It’s the last rotation of day two of the regional championships, and sophomore Emily Shepard is set to go on floor for N.C. State. If she does what she is capable of, she could send the team to the regional final. A score of 9.750 or better will push the Wolfpack ahead of Illinois. With the pressure on, she hits her final double tuck to the cheers of her teammates. The score comes up, and it’s a 9.925—a personal best for Shepard and enough to send N.C. State to its third day in a row of competition—something that many did not think was possible a few days prior.
N.C. State had a strong regular season—becoming the EAGL regular season champions and putting up some of the best marks in school history. Going into the conference championship, it was the favorite to take the title. Despite putting up a respectable 196.050 in the first session, the Wolfpack was ultimately beat out by a record breaking performance from Temple in the second session.
Two days later, the team gathered together to watch the selection show to find out where it would be placed for regionals. With a No. 26 ranking, it assumed it would likely have a first round bye and jump directly to round two on Friday.
Instead, the news was not what they had hoped.
“I did a double take,” head coach Kim Landrus said. “It was not the news that we were expecting when we were watching the selection show.”
Despite the shock of finding out they were potentially facing three straight days of competition, the team quickly regrouped and came up with a game plan.
“We had to hit reset really quickly,” Landrus said. “We talked all year about controlling the controllables, and we could not control where we were placed or what round we were placed in. What we could control was how we handled it, how we responded and what we were going to do from that moment on to make sure that we represented N.C. State well.”
While N.C. State’s goal from the beginning had been to receive a first round bye at regionals, the team had been preparing for the possibility of having to compete in round one before the season even started.
“We would have three days of practice in a row and on that third day of practice, [the coaches] would say, ‘I know you’re tired today, but if we’re at the third day of regionals, that’s not going to matter,’” Shepard said. “It was always an idea, even from the beginning of season. If we have to do that, then we’re going to be prepared for it.”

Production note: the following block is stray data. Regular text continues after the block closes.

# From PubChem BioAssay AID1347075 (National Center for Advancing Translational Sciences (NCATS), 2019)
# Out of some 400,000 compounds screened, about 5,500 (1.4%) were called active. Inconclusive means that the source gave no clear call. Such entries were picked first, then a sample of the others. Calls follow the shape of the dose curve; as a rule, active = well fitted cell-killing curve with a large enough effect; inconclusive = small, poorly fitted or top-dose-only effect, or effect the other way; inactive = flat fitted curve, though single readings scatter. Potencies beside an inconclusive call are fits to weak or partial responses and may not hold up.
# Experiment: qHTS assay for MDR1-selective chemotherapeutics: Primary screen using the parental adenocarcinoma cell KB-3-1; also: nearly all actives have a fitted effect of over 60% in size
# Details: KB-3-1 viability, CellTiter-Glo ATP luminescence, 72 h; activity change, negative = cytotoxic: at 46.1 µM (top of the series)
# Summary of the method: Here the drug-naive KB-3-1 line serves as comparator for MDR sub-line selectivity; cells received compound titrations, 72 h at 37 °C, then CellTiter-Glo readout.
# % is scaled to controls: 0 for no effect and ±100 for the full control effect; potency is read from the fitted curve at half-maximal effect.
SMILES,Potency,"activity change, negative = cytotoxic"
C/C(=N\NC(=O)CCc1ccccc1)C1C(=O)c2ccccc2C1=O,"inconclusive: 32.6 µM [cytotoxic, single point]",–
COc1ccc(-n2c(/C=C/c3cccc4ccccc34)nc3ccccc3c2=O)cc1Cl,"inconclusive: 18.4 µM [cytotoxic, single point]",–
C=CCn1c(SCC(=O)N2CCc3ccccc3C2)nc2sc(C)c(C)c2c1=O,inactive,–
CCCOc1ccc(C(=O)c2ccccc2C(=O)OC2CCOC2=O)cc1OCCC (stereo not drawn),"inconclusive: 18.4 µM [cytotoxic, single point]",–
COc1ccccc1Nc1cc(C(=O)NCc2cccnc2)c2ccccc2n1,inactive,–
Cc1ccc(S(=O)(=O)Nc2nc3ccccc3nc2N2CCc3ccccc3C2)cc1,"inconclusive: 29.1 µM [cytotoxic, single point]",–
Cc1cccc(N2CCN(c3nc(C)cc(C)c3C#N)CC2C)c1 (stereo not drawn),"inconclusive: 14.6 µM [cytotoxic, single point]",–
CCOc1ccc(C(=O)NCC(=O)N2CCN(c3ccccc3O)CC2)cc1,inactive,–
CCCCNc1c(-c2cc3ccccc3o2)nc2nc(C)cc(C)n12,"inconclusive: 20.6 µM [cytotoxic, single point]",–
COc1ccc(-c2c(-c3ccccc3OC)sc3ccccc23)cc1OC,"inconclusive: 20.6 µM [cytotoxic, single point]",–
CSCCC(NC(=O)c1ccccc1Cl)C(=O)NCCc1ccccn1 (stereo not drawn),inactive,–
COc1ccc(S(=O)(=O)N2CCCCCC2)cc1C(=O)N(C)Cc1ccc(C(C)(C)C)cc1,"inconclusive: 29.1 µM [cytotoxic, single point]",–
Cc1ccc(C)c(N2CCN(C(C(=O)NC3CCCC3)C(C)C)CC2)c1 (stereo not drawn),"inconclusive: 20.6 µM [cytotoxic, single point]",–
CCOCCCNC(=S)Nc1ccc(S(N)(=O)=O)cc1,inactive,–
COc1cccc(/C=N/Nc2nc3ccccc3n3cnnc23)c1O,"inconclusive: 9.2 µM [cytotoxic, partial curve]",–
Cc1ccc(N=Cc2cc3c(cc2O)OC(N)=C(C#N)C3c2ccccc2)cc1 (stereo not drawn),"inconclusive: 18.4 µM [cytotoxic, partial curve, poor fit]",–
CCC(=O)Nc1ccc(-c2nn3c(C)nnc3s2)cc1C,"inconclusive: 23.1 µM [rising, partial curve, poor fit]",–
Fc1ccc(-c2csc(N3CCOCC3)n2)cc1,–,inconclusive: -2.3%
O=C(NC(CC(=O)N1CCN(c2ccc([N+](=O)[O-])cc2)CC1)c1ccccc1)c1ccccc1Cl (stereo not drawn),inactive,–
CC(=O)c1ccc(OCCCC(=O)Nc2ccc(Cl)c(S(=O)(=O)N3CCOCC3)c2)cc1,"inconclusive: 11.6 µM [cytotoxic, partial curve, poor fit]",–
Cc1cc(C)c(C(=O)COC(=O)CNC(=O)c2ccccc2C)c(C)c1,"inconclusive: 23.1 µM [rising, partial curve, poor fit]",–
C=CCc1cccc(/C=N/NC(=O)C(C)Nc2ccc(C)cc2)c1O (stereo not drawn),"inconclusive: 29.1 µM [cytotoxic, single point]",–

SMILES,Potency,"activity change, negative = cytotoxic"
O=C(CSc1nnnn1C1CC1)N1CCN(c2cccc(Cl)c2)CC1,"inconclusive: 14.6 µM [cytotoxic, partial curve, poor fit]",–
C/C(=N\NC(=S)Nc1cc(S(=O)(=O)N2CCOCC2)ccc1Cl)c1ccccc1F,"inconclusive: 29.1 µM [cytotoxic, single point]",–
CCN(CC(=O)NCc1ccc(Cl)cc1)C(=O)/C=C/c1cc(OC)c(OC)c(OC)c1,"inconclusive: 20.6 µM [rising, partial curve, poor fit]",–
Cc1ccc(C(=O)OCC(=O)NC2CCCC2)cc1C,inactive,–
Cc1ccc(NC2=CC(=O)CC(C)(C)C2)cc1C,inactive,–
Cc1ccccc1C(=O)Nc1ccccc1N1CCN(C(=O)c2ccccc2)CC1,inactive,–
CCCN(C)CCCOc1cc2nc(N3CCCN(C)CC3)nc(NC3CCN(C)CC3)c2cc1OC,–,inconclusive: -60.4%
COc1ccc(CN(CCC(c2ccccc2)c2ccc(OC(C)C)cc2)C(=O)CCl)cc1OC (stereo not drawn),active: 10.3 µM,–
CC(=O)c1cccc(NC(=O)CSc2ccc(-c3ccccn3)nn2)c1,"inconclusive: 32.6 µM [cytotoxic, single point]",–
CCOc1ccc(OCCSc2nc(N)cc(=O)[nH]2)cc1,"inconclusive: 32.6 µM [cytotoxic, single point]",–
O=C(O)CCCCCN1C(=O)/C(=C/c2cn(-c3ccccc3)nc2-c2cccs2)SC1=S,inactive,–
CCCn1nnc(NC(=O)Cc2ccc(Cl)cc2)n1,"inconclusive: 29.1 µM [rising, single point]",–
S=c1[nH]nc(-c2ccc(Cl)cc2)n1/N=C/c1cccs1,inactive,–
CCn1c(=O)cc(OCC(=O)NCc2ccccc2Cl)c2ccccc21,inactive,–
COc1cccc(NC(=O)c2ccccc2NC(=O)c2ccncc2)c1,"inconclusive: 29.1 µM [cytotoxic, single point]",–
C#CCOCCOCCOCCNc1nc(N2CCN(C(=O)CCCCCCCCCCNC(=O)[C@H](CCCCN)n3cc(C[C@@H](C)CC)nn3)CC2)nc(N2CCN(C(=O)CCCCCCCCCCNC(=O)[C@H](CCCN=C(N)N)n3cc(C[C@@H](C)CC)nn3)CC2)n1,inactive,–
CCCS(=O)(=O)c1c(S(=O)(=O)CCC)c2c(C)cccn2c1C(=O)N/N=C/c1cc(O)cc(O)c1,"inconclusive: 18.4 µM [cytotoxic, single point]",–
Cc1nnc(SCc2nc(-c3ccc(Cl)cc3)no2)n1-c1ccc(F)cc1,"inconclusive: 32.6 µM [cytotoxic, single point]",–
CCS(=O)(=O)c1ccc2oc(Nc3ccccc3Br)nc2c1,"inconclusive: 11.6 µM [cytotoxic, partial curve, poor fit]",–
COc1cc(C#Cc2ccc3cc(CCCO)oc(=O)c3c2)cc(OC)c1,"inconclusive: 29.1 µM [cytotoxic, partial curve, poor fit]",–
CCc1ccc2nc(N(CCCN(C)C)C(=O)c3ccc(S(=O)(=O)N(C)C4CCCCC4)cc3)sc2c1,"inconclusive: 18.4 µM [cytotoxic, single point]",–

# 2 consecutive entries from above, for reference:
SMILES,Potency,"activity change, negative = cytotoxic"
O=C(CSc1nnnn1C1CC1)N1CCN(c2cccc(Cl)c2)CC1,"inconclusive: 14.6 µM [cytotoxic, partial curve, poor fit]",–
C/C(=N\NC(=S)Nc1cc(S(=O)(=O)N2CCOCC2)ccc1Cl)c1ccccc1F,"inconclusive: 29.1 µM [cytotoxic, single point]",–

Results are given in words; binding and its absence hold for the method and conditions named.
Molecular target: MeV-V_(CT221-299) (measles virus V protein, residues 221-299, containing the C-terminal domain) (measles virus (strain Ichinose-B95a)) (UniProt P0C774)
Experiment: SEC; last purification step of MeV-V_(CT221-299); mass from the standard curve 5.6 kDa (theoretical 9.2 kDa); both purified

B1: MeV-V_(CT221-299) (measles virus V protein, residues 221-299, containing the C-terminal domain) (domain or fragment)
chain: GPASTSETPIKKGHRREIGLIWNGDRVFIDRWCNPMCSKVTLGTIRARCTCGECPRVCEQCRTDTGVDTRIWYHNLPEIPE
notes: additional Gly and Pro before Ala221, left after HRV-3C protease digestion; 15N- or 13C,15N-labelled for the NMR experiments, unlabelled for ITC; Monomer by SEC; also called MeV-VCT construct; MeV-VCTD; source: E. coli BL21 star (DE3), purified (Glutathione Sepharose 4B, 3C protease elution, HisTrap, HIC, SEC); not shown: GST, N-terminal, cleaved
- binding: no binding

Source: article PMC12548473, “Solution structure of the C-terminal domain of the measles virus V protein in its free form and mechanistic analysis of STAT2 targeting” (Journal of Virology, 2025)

At the same time, the coaches tried to strike a balance between training for the possibility of three days in a row and getting the team the proper rest needed to succeed.
“We worked to try to prepare them mentally and physically, but also to give their bodies rest so that they could go three days in a row,” assistant coach Phil Ogletree said.
When asked what motivated the team to be able to peak at the right time, Shepard said that the disappointment of not winning the EAGL championship motivated them to focus on the details, particularly stuck landings.
“[The loss] was a turning point for this team because we all went back and [worked on] the little details,” Shepard said. “It sucks to lose, especially when we knew we were capable of winning. I think it humbled us a little bit and made us hungry, and we trusted our training out there those three days.”
Shepard’s 9.925 on floor on day two not only clinched N.C. State’s spot in the final, but it also qualified her to nationals on that event—the Wolfpack’s first national qualifier since 2015. While Shepard knew there was a chance her score would be enough to qualify, she didn’t really think about it and instead focused on helping her team. When she did find out that she was advancing as an individual, she was excited.
“I could not believe it because that wasn’t a specific goal I had,” Shepard said. “I was more focused on regionals and conference championships.”
While she is sad that the rest of the team won’t be competing with her, she is not putting any pressure on herself for nationals and is just excited to be able to represent N.C. State one more time this season.
Because Shepard is only a sophomore, she will be able to bring to the team the experience of competing at nationals in a way that a graduating senior would not. That experience, as well as N.C. State’s Cinderella performance at regionals, will hopefully serve the team well in the future.
“After two rotations on day three, we realized we are in this,” Shepard said. “It’s not like we were just there to compete. We were hanging in, and we were proud of that because it showed us we are good. I don’t think we’re going to lose that next year; it’s going to help us grow.”
The Wolfpack’s performance on day three helped the team to a final ranking of No. 15—its highest since 1999. Shepard said that one of the reasons she came to N.C. State in the first place was because she saw the potential and wanted to help the team rise in the rankings. When she saw the team’s 2021 result, she was ecstatic.
“When I saw we ended ranked 15th, I almost cried because it’s one of those things that you work so hard for,” Shepard said. “I was really proud of myself and my team for that, because especially after losing conference, we went into the gym and put so much work in. It felt so good.”
Shepard is set to rotate with Utah in the second semifinal on Friday. The competition is set to begin at 6 p.m. ET, and her performance will come in the second rotation on floor.
Article by Mary Emma Burton
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